A plan to outsource police policy making to a California-based company is quickly gaining traction on the East End.
Last month, Southold Police Chief Martin Flatley pitched hiring Lexipol, a consulting firm used by police, EMS and fire departments in 35 states, to help oversee the department’s accreditation process and make sure policies are up to date. The move also comes in the wake of an executive order from Governor Andrew Cuomo that requires municipalities adopt a policing reform plan by next April.
The firm was discussed again at a Southold work session Tuesday, where Lexipol representative Jessica Levenberg demonstrated how the program works.
“There’s constantly updates in New York State,” Ms. Levenberg said, adding that policy changes often have ripple effects throughout the entire manual that need to be addressed. “That’s where a lot of people get into trouble because then they have inconsistencies in their policy manual.”
Ms. Levenberg said the policies are written to be concise and easy to understand.
“A lot of policy today is written to really appease attorneys and that’s what the problem is,” she said. “A typical officer, if they wanted to read [legalese] they would have become an attorney.”
Sgt. Scott Latham, who is currently handling accreditation in Southold, said Lexipol’s services would aid the process. Of 345 metrics needed to become accredited, Ms. Levenberg said Lexipol’s policies already meet 320 of them.
But he also spoke to the long-term benefits of using Lexipol through daily training sessions built into the program.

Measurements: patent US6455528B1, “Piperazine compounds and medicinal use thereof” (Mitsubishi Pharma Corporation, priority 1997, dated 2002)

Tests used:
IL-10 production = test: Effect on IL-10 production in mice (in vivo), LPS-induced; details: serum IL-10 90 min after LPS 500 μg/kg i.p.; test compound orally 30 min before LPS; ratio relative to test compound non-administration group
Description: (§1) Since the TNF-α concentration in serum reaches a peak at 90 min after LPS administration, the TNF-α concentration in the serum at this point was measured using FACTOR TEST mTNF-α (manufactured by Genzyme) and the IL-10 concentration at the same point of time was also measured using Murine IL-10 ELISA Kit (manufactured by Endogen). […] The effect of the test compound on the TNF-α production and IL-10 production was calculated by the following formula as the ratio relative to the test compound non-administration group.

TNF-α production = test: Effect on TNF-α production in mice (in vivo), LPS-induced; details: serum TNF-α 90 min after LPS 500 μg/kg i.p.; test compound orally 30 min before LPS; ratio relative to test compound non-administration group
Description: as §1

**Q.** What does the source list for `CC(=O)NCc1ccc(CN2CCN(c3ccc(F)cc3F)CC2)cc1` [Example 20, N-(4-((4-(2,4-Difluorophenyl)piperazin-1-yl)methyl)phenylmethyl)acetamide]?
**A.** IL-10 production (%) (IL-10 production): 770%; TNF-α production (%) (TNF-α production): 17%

Thirty training assessments would be assigned each month on topics ranging from domestic violence calls to traffic stops meant to keep officers up to date on protocols.
“Quite honestly, you get your policy manual as a probationary officer, read it, sign off on it, put it in your briefcase and you don’t see it again until there’s an update to the policy,” Mr. Latham said.
While the chief will be able to track which officers have completed the trainings, Ms. Levenberg noted that the system does not keep track of their scores.
“We don’t keep track of wrong answers, because that would just be too much liability on you guys,” she said, adding that the intent is to build “muscle memory.”
“Even if they look up the answer, the benefit has been reaped,” Councilman Jim Dinizio said.
Riverhead Supervisor Yvette Aguiar confirmed Friday that Riverhead is also considering hiring the company. “If there’s a new law or training tactic, they will review it and ensure that it becomes part of the Riverhead department’s procedures,” she said.
Riverhead police chief David Hegermiller believes using Lexipol will aid transparency. “These are tried and true policies,” he said Tuesday.
The company is already working with 120 departments in New York, including Shelter Island, Sag Harbor, Quogue, Southampton and the Suffolk County Police Department, according to Ms. Levenberg.